“It is evident by the pictures we’ve seen that there has been significant damage to an anchor support on the east leg of the pipeline. To date, Enbridge has provided no explanation of what caused this damage and a woefully insufficient explanation of the current condition and safety of the pipeline as a result of this damage,” says Attorney General Dana Nessel.

Nessel is asking a state court to order Enbridge to provide all of the information in its possession related to the nature, extent, and causes of the newly-discovered damage to Line 5. She also requests that the court order that operations of the pipeline be suspended until the state of Michigan has conducted a full review of the information provided with the assistance of independent experts.  

Gov. Whitmer supports the Attorney General's legal action.

“Enbridge has not timely complied with the state’s request for full and complete information and resumed operation without even consultation,” says Whitmer. “This brazen disregard for the people of Michigan and the safety and well-being of our Great Lakes is unacceptable.” 

As expected, Enbridge opposes the Attorney General's motion. 

"Enbridge believes the temporary restraining order and preliminary injunction sought by the Attorney General of Michigan is legally unsupportable, unnecessary, and will be vigorously opposed by Enbridge," says spokesman Ryan Duffy. 

Duffy defends the company’s handling of the pipeline’s issues.

“We have been working very closely with our safety regulator, the Pipeline and Hazardous Materials Safety Administration (PHMSA), to ensure that PHMSA is informed and in a position to assess the safety of the dual Line 5 Straits pipelines,” Duffy said in a written statement.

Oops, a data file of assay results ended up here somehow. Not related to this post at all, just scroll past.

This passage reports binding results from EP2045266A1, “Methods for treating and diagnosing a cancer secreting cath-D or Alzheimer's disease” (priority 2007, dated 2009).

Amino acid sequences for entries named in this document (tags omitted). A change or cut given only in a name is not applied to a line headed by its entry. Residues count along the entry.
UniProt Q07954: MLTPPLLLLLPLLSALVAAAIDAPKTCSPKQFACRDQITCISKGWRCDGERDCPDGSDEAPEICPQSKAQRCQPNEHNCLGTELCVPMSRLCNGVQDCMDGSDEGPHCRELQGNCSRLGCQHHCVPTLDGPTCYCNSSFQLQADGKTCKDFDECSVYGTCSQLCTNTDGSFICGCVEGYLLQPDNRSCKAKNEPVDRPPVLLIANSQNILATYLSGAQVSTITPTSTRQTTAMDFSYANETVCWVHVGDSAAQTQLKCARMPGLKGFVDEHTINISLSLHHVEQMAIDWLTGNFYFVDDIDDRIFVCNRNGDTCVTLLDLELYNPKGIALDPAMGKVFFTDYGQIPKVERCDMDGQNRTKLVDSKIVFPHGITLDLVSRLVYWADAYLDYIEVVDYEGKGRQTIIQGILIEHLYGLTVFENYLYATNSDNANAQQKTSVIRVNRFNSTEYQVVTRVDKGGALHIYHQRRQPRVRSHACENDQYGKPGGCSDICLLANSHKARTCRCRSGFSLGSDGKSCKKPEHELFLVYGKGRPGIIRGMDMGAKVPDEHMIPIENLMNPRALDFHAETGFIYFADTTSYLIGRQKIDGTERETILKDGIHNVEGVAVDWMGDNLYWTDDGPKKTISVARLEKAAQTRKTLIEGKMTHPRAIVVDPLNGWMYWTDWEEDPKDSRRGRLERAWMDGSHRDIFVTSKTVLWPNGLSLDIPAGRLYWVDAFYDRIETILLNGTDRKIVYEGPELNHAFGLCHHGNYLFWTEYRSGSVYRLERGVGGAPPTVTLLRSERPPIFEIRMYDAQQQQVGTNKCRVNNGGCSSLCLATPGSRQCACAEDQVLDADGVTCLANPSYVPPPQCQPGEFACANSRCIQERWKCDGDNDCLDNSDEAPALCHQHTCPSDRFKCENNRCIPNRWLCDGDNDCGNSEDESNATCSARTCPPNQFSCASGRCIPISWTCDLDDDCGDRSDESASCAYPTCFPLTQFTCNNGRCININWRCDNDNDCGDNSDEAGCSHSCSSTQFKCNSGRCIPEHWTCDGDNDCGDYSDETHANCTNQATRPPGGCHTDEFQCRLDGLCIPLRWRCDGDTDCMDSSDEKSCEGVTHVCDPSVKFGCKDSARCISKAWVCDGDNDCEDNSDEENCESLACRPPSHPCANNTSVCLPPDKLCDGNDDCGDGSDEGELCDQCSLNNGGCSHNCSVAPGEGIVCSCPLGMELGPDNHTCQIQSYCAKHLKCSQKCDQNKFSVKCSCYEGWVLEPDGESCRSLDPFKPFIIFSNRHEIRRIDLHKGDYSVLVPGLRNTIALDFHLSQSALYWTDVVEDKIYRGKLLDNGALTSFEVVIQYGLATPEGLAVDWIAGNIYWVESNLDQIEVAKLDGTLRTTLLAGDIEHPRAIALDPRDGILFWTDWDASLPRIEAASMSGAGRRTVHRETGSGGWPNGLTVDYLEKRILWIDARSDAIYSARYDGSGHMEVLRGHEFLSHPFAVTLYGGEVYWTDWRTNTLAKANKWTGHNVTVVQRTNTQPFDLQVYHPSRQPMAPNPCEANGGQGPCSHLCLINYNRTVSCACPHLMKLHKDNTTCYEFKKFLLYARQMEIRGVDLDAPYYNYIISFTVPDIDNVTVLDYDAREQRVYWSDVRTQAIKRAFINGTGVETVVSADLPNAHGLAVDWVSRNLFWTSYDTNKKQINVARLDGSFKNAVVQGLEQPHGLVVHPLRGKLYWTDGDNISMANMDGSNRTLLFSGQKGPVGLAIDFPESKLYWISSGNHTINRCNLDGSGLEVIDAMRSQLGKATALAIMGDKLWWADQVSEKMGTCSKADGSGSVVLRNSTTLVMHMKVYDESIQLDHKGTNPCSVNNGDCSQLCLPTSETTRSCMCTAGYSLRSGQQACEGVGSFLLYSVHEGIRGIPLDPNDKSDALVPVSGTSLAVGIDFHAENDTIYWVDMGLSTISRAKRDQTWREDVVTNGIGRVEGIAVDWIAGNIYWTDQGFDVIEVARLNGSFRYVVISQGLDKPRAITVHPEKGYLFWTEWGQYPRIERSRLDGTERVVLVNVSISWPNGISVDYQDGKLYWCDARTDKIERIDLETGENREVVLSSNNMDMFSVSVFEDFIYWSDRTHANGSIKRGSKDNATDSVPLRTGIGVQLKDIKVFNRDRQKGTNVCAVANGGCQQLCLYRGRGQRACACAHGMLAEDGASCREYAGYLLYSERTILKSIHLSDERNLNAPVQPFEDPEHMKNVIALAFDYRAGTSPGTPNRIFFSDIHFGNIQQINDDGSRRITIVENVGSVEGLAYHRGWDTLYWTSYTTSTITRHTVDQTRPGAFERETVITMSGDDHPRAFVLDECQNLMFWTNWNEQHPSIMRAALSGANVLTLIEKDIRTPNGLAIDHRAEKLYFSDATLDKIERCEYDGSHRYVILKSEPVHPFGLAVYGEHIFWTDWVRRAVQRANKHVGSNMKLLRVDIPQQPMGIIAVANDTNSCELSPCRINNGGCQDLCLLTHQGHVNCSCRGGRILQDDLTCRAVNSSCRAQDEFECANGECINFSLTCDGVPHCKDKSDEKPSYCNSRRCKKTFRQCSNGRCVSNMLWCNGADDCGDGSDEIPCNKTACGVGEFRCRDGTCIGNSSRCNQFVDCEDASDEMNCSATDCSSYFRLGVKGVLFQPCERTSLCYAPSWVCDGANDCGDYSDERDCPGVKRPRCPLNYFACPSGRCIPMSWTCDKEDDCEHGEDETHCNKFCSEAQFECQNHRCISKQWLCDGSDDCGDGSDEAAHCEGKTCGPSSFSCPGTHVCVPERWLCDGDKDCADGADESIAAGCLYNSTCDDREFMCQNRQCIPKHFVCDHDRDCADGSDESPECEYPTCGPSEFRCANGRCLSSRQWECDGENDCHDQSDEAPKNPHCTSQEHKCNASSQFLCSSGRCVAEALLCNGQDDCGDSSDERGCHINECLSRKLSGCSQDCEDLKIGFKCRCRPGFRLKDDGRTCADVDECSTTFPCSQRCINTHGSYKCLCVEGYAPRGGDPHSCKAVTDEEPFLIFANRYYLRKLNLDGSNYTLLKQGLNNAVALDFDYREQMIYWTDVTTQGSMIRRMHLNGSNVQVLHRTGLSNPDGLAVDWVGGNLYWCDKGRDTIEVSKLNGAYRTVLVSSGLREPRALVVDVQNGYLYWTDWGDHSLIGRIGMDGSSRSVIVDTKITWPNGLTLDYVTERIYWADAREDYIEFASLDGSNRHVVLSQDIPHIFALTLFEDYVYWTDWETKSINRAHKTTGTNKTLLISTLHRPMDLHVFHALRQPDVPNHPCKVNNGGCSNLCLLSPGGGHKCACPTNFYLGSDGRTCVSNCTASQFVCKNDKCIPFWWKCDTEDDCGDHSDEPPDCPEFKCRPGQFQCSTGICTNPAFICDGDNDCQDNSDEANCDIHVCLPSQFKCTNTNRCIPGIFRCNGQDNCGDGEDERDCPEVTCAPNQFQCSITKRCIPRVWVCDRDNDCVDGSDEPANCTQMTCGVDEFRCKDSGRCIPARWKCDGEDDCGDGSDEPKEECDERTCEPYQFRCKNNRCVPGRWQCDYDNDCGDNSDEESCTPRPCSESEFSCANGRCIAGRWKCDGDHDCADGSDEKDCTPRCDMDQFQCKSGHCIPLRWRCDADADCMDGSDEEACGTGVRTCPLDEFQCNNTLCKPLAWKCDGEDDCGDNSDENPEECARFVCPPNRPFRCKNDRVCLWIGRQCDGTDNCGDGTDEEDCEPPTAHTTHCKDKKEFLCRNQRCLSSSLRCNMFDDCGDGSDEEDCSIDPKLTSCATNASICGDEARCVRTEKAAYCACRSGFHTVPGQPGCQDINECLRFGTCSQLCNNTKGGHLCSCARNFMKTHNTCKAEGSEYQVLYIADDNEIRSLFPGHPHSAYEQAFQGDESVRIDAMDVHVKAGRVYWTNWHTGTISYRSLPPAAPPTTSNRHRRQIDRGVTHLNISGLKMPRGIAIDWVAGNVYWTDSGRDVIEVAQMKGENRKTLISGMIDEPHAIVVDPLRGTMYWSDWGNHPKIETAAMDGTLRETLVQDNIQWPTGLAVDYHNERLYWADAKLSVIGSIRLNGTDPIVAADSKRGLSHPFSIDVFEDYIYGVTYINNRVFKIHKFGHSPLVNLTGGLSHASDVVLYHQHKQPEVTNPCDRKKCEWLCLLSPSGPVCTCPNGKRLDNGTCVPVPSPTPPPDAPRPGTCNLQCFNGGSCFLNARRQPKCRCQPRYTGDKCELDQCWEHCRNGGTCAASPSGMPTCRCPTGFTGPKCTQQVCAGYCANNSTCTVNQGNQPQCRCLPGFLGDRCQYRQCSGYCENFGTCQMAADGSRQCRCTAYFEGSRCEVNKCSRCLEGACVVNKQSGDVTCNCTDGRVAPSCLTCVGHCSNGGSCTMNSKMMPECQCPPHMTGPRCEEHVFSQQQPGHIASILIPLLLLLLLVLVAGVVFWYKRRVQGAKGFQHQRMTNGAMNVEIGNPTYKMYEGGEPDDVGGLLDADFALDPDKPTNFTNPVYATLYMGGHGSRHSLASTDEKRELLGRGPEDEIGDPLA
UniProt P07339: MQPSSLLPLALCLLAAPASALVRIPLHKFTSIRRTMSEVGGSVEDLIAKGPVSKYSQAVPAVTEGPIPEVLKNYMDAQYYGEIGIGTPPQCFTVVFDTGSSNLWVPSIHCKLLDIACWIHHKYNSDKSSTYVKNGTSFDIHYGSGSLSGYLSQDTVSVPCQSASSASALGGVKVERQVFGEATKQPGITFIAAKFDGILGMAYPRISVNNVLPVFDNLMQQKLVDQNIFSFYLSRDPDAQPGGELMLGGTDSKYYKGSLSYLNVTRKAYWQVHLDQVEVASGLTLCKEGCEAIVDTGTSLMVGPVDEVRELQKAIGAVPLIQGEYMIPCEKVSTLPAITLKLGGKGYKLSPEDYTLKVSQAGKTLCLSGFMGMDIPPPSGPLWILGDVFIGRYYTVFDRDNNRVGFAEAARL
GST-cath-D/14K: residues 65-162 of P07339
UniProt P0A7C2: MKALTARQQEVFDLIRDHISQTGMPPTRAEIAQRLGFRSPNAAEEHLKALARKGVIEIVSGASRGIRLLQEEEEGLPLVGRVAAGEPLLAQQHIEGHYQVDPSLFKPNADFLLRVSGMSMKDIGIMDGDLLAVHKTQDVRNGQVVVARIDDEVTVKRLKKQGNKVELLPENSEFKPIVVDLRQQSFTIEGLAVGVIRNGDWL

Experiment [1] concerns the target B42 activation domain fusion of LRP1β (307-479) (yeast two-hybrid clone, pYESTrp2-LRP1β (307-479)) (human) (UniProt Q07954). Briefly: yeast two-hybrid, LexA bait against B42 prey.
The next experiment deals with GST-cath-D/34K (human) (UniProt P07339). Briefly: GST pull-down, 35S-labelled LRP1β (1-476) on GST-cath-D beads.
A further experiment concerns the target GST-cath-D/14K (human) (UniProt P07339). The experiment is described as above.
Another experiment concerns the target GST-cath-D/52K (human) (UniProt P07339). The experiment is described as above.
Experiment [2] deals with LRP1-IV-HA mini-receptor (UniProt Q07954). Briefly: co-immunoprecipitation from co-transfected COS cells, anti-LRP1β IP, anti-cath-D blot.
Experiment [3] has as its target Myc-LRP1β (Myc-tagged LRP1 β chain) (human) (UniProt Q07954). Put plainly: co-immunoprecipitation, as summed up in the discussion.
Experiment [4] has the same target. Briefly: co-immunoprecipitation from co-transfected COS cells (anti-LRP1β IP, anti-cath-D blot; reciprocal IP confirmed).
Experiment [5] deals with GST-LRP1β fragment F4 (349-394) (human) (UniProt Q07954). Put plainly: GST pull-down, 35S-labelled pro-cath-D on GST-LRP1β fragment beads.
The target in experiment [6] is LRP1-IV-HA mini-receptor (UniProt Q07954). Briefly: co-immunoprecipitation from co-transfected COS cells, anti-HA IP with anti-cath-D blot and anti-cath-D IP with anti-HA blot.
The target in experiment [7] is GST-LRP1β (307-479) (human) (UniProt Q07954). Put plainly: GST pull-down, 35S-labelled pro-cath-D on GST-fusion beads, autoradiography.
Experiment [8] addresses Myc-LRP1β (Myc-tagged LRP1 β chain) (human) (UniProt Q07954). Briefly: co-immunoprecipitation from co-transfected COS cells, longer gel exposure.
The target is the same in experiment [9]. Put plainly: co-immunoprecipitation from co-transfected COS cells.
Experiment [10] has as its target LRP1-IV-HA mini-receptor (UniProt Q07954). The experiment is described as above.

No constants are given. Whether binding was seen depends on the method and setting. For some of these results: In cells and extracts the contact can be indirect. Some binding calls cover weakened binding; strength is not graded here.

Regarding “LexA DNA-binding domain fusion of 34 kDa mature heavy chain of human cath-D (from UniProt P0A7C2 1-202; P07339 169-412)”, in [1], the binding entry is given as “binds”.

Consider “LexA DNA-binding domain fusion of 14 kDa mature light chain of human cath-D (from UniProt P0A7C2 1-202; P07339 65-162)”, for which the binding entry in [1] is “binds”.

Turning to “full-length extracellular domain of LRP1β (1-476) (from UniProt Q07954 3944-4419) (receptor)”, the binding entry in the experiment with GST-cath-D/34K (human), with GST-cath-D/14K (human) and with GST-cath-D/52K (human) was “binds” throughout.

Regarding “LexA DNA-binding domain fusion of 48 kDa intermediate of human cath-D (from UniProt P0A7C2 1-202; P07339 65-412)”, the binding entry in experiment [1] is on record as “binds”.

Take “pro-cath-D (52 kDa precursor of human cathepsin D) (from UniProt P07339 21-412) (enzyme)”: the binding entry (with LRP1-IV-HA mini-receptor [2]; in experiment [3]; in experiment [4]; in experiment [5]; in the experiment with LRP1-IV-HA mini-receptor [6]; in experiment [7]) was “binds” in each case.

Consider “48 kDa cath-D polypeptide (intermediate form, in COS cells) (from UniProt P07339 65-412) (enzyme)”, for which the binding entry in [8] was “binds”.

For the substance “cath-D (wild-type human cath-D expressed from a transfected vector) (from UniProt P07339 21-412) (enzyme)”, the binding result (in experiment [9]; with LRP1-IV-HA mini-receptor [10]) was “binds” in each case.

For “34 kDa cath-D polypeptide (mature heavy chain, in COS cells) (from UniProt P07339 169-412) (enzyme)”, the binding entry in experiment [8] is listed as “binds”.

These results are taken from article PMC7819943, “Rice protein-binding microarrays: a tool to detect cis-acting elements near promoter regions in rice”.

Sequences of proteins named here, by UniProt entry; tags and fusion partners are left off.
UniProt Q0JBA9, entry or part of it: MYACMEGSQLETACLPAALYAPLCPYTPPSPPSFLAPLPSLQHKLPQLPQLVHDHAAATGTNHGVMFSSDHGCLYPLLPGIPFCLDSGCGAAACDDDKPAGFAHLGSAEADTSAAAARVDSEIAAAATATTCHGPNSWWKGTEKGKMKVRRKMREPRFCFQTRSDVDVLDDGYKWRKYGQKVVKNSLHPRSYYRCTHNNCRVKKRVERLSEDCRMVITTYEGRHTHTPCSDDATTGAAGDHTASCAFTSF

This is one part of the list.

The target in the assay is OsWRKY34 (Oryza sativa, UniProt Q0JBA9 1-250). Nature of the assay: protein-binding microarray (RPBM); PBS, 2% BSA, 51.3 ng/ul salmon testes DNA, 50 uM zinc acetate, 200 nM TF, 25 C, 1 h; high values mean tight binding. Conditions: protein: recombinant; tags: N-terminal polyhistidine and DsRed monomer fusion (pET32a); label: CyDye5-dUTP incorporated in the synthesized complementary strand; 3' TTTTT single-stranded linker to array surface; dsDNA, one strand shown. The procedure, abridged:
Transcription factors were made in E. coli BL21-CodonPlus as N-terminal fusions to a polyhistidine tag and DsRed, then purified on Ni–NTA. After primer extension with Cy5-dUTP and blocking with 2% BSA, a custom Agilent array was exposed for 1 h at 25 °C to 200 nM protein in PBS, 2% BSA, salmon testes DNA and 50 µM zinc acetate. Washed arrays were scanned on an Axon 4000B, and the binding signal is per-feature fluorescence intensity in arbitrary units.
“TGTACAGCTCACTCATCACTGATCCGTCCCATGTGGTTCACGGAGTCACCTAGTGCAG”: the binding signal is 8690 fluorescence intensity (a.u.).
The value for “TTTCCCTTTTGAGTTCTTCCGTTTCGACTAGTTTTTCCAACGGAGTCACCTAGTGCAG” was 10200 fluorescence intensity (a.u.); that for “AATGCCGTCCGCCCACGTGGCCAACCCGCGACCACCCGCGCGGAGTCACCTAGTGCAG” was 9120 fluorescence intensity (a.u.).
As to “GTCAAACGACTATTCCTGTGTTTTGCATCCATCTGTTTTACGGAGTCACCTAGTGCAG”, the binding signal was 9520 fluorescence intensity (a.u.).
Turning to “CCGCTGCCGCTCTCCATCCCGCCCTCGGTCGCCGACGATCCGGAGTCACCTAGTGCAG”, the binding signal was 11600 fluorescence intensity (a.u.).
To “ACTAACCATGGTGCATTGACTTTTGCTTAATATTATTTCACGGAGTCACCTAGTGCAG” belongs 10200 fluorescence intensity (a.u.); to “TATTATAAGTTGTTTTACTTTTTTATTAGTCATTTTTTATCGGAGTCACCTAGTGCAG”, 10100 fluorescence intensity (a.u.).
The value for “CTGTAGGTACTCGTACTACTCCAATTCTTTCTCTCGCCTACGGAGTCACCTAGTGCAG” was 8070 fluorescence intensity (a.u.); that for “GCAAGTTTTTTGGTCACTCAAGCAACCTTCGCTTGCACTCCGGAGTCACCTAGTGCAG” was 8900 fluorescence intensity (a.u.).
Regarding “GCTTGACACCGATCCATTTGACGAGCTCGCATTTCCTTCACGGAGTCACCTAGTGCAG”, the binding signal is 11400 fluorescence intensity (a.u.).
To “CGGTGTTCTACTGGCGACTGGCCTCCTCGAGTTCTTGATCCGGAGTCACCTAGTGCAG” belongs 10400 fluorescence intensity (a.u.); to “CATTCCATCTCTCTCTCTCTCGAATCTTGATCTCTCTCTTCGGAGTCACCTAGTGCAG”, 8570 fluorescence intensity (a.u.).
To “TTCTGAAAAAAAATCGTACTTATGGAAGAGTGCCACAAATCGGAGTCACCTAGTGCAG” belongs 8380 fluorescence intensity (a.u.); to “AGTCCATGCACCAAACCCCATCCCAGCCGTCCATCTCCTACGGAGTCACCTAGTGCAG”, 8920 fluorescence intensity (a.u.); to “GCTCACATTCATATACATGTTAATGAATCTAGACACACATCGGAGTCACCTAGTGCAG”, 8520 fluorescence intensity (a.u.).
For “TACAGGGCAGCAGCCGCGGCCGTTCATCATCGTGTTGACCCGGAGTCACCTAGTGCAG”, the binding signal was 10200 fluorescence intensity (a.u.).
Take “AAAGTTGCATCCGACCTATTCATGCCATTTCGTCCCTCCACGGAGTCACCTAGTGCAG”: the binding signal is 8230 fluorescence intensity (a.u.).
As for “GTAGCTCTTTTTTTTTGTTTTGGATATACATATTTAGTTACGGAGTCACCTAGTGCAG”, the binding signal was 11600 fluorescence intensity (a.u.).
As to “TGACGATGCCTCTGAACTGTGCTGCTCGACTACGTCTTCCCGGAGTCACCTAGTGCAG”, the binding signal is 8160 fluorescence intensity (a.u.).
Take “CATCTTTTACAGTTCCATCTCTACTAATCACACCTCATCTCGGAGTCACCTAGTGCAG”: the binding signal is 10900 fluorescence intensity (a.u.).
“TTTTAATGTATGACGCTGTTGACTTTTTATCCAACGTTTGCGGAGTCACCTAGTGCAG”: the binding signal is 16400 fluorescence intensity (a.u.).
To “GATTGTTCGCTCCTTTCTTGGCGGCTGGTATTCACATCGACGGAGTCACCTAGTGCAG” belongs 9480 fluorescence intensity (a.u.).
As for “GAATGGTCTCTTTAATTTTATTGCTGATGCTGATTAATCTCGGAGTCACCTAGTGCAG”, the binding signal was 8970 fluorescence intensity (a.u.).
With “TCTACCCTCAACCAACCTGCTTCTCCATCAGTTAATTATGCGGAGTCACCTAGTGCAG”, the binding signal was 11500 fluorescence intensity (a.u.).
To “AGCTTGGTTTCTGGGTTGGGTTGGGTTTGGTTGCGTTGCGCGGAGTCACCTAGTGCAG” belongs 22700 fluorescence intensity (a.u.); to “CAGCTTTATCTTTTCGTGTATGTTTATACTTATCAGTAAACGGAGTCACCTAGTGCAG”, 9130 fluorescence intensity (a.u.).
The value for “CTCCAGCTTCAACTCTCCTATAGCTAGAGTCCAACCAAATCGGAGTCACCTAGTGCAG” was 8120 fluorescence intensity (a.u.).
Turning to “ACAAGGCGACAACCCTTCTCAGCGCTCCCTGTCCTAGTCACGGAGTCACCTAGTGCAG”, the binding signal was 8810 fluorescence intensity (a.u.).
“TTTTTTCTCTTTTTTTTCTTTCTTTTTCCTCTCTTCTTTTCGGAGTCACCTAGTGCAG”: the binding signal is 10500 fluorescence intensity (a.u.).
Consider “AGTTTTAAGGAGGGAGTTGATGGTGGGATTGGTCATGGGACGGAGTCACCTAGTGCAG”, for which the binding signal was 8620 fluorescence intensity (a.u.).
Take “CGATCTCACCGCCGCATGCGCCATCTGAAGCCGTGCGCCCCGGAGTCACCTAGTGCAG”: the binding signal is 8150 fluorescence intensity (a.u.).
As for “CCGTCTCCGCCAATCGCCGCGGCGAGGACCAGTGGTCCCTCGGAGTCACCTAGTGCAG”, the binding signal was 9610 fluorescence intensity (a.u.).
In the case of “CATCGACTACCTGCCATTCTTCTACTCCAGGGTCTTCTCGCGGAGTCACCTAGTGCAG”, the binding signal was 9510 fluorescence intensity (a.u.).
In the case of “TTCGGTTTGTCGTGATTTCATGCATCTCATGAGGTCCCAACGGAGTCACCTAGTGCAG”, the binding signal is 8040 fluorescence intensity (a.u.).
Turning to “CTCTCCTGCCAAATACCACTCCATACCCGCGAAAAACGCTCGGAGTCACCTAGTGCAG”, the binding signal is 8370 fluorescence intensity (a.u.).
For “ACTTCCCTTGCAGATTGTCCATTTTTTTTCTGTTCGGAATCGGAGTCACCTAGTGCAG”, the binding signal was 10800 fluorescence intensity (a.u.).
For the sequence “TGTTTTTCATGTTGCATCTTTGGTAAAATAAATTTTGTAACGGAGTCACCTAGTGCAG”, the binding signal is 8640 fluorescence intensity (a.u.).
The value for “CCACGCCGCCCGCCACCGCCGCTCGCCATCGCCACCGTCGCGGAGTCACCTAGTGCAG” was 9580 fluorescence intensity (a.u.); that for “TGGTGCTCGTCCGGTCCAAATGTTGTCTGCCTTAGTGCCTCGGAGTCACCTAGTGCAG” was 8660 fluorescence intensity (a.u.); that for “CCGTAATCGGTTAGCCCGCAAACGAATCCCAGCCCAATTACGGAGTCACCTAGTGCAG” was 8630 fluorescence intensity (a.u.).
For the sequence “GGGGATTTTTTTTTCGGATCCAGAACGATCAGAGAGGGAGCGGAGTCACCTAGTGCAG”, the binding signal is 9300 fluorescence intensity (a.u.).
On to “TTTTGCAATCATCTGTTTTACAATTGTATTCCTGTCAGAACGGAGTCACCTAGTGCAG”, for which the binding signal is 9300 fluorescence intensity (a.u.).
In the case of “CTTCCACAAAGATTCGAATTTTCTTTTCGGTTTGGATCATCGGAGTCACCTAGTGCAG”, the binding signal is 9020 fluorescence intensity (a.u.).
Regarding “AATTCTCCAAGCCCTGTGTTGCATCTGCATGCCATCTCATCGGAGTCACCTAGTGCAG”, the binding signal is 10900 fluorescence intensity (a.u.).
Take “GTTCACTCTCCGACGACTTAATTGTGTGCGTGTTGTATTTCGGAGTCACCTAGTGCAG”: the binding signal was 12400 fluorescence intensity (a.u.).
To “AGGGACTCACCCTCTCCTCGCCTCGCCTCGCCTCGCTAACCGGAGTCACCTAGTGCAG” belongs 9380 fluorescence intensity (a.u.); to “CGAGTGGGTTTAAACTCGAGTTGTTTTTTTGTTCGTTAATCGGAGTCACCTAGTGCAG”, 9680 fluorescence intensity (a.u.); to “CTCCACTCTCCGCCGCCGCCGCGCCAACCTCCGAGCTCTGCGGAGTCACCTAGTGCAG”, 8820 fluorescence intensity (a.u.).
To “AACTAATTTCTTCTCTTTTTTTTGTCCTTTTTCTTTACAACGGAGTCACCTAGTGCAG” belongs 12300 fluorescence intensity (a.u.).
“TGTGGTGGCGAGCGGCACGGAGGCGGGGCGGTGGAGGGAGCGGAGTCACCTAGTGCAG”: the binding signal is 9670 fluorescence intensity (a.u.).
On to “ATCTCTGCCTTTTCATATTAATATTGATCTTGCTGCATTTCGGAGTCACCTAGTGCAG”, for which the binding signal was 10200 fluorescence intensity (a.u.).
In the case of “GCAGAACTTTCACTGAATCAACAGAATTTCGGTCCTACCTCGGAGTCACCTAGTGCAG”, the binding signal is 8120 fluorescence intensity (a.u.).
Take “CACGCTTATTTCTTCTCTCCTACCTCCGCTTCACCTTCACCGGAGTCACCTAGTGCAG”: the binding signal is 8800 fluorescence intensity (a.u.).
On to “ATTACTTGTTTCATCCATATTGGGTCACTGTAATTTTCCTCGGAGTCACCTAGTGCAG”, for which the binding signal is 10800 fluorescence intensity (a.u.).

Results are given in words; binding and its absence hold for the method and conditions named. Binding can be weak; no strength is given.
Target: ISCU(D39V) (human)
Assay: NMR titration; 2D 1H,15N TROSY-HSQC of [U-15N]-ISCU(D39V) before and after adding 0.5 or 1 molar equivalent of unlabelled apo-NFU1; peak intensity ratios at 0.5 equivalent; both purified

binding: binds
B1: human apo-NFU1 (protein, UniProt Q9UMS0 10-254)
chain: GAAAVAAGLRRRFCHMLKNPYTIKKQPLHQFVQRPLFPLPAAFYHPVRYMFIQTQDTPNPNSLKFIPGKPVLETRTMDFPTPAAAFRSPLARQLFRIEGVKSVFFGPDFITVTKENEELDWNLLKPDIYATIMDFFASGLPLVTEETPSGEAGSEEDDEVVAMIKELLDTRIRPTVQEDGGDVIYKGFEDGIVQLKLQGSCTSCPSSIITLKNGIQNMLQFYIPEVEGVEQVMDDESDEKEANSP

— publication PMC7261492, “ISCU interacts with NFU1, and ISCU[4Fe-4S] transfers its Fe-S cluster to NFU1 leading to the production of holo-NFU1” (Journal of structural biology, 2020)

Duffy says Enbridge will not resume operation on the east leg without further discussion with the state of Michigan and approval from federal regulators.

Meanwhile, environmental groups are calling on Gov. Whitmer to revoke Enbridge’s easement to operate the Line 5 oil pipeline through the Straits of Mackinac.

“The only prudent option remaining is for Gov. Whitmer to immediately begin proceedings to revoke the 1953 easement and end this threat to our Great Lakes for good but finally decommissioning Line 5,” says Sean McBrearty from the group Oil & Water Don’t Mix.

Enbridge’s oil pipelines in Michigan have been the focus of multiple controversies for the past decade.

Environmentalists and others have been concerned about the potential for a catastrophic oil leak in the Straits of Mackinac from the decades old Line 5. The company is moving forward with a plan to build a tunnel to contain Line 5.  

This summer marks a decade since another Enbridge pipeline sprung a leak in southern Michigan. The result was roughly a million gallons of crude oil fouling miles of the Kalamazoo River. Enbridge paid more than a billion dollars on the cleanup. The company has also paid millions in fines and other legal penalties.

Editor's note: Enbridge is a corporate sponsor of Michigan Radio.

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Steve Carmody has been a reporter for Michigan Public since 2005. Steve previously worked at public radio and television stations in Florida, Oklahoma and Kentucky, and also has extensive experience in commercial broadcasting.
Rick Pluta is Senior Capitol Correspondent for the Michigan Public Radio Network. He has been covering Michigan’s Capitol, government, and politics since 1987.